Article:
Every decade or so, a new drug hits the streets. Usually a drug that’s less expensive than what is currently available, easier to use and what may be considered a little more “socially acceptable”.
Alcohol was the drug of choice for many young people in the 50s. Soon came marijuana, LSD and even heroin in the 60s and 70s. Back then heroin had to be injected, was expensive and only those considered hard-core junkies seemed to take part in it.
The 80s brought cocaine and from there ecstasy. Of course, alcohol and marijuana have always been around.
At the turn of the century methamphetamines and prescription drugs became the fad.
Meth was cheap and prescription drugs were just lying around homes of kids and young adults who wanted to get high.
“It’s an attraction for the younger generation who see parents who are used to taking oral medication. It’s a very common thing,” Mark Richardson from the Snohomish County Drug Task Force explained. “If you’ve got a drug that you’re going to ingest wouldn’t it be nice to have it approved by the FDA?”
Soon the oxycontin, also known by names such as percocet, endocet, roxicet and more, was being not only ingested but also smoked.
When Purdue Pharmaceutical became aware of this problem, they made their tablets non-smokeable.
Soon, heroin hit center stage. Both heroin and oxycontin are opiates. Oxycontin is actually a synthetic of opiate, Richardson explained.
“Heroin seems to be the drug of choice right now,” Lake Stevens Police Chief Randy Celori said. “We’ve been seeing it a lot more. However, we haven’t seen any cases from the high school.”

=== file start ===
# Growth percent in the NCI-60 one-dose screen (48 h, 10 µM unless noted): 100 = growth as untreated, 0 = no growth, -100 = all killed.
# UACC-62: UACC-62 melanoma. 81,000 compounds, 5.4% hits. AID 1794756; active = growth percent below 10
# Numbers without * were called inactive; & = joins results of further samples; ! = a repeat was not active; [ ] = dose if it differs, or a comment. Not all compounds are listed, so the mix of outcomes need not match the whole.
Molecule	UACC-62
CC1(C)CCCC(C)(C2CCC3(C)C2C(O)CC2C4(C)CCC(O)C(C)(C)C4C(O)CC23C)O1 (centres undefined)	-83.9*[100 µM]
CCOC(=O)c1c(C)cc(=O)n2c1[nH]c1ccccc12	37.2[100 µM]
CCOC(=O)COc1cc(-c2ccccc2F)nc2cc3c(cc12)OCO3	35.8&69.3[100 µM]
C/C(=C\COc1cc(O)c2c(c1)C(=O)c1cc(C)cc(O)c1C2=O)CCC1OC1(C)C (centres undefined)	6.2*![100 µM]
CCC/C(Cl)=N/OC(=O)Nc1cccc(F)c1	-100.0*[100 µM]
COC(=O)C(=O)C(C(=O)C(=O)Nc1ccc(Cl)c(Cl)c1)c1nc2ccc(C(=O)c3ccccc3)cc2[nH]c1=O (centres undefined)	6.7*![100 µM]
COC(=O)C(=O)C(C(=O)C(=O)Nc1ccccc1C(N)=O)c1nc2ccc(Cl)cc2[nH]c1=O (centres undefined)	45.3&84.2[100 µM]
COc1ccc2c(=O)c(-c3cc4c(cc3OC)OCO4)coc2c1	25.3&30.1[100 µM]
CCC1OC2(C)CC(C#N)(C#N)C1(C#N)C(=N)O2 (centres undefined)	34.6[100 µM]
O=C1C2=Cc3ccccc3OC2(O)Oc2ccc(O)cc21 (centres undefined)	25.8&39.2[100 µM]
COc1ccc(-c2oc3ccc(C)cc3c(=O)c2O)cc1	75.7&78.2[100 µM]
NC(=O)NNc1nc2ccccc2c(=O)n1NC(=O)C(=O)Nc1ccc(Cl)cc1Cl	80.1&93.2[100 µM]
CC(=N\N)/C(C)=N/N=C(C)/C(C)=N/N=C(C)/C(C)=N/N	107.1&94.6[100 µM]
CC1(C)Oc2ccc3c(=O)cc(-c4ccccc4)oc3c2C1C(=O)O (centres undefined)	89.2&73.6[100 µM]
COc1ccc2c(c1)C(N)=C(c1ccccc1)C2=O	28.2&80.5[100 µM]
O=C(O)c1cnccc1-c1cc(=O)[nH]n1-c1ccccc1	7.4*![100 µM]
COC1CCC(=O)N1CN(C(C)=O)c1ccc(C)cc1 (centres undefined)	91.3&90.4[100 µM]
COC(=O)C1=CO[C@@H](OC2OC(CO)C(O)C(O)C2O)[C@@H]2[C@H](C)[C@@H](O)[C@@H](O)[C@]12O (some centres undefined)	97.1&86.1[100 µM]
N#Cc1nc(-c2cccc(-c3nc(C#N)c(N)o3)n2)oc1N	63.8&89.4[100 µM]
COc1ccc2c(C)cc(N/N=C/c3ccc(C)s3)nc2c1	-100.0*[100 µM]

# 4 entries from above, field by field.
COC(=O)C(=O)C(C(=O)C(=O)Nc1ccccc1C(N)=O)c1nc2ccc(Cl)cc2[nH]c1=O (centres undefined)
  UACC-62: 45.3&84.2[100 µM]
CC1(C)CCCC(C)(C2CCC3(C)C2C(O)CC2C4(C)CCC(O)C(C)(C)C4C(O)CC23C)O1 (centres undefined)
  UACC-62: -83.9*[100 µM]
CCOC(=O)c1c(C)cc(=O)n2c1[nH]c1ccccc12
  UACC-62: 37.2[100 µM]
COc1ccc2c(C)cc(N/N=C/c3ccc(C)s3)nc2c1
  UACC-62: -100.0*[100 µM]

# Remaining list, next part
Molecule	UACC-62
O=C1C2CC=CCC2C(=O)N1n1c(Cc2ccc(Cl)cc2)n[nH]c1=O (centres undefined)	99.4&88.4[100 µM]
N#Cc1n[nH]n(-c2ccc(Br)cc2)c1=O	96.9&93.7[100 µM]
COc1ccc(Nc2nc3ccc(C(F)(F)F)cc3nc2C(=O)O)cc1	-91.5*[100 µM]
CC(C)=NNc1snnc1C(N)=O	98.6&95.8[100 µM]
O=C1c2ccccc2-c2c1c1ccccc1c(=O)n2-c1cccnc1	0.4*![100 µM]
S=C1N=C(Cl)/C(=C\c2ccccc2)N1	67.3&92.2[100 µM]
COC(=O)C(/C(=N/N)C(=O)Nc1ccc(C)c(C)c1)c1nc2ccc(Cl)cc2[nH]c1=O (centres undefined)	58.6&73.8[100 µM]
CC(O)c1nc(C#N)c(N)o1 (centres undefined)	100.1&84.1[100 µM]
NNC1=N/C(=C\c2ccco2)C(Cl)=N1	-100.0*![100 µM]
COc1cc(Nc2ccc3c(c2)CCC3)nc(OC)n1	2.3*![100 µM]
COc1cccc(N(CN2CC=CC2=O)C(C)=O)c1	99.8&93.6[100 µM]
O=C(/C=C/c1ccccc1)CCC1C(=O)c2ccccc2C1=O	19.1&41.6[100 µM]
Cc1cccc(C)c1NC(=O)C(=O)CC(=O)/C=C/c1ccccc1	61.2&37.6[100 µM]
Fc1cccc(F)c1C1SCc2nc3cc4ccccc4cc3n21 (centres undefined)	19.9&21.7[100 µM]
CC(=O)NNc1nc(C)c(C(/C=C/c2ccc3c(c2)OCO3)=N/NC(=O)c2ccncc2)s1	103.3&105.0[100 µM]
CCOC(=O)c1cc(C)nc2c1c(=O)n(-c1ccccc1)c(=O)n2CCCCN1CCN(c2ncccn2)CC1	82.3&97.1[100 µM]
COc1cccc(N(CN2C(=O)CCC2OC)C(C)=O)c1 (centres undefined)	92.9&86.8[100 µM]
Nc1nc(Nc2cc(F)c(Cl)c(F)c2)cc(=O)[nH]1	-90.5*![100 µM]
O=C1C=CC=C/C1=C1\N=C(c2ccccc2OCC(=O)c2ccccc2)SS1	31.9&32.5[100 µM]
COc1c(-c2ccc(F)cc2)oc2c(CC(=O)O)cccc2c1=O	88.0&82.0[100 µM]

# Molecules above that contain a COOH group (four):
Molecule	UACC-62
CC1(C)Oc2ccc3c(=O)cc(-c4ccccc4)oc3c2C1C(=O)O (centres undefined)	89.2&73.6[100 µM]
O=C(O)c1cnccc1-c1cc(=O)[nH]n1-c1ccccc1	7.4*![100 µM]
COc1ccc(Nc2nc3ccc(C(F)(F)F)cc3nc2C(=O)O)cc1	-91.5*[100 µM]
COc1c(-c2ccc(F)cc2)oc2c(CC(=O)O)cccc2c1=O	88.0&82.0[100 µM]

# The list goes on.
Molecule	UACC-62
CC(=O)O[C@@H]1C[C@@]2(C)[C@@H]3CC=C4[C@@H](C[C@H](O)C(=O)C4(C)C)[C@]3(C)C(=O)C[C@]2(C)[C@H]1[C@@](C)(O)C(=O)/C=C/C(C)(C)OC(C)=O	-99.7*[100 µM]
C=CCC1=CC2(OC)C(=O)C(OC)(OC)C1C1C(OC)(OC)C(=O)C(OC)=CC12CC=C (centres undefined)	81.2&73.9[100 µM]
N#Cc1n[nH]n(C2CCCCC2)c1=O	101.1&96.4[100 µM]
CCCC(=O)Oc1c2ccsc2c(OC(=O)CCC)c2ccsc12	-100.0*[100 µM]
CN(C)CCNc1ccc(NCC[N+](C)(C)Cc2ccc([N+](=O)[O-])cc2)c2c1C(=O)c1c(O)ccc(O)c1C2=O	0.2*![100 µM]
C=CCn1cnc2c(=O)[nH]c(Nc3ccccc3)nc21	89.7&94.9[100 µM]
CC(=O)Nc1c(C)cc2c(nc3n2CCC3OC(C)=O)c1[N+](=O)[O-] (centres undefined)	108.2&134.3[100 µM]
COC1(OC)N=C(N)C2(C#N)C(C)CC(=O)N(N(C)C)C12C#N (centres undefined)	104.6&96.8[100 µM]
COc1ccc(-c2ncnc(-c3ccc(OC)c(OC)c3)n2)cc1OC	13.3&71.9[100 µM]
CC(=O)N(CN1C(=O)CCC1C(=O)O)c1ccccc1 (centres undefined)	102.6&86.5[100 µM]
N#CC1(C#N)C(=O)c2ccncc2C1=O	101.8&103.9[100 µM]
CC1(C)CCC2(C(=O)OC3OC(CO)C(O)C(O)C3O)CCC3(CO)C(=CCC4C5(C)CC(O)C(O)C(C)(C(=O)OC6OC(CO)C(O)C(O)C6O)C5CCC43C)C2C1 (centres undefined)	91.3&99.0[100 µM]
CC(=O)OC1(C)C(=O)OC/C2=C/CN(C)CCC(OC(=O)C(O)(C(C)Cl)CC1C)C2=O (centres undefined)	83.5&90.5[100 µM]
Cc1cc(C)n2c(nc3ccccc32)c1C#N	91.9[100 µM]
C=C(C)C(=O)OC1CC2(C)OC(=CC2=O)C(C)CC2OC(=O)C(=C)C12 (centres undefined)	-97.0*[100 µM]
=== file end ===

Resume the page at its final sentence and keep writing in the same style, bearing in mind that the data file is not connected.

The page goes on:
Richardson has seen the same thing in his work on the Drug Task Force. Users will usually start out smoking heroin and soon turn to injecting it.
“Heroin users, even if they start out smoking, will eventually go to a needle. Everything we see says that is true,” Richardson said. “When smoking heroin there is a saturation point where you become so lethargic you don’t smoke anymore. When you shoot it into your bloodstream you can’t stop it from doing what it is going to do. You can’t pull it back out if you inject too much. That’s what we’re re concerned about right now.”
It’s interesting to note that the cost of heroin has gone down considerably. According to Richardson, the cost of heroin used to be around $72 a gram. It now sells for closer to $15 a gram. Because the heroin is “being stepped on” in other words, being cut into a smokeable, it has caused the price to go down.
Smoking heroin is also more socially acceptable than injecting it.
“You don’t have the stigma of shooting it,” Richardson said. “They don’t have the stigma of being a needle junkie.”
However, in most heroin users, that soon changes as they move on to shooting the drug.
A main concern for law enforcement and public health in general are the diseases that are associated with intravenous drug use.
“AIDS, needles being exchanged, hepatitis C -- we’re back to where we were before,” Richardson said. “They are going to become a concern.”
The good news is that of the 14 death investigations in Lake Stevens so far this year, only four have been drug-related, two of those considered suicides and drug use in down in our schools. Of the nine heroin cases investigated by the Lake Stevens Police Department, none involved juveniles.
While this is comforting to the community as a whole, there are still many families suffering from the effects of drug abuse.
Shea and her family continue to struggle with sobriety as she works her way through rehab. Her mother Rhonda wrote the following poem only hours before Shea came home to go to rehab.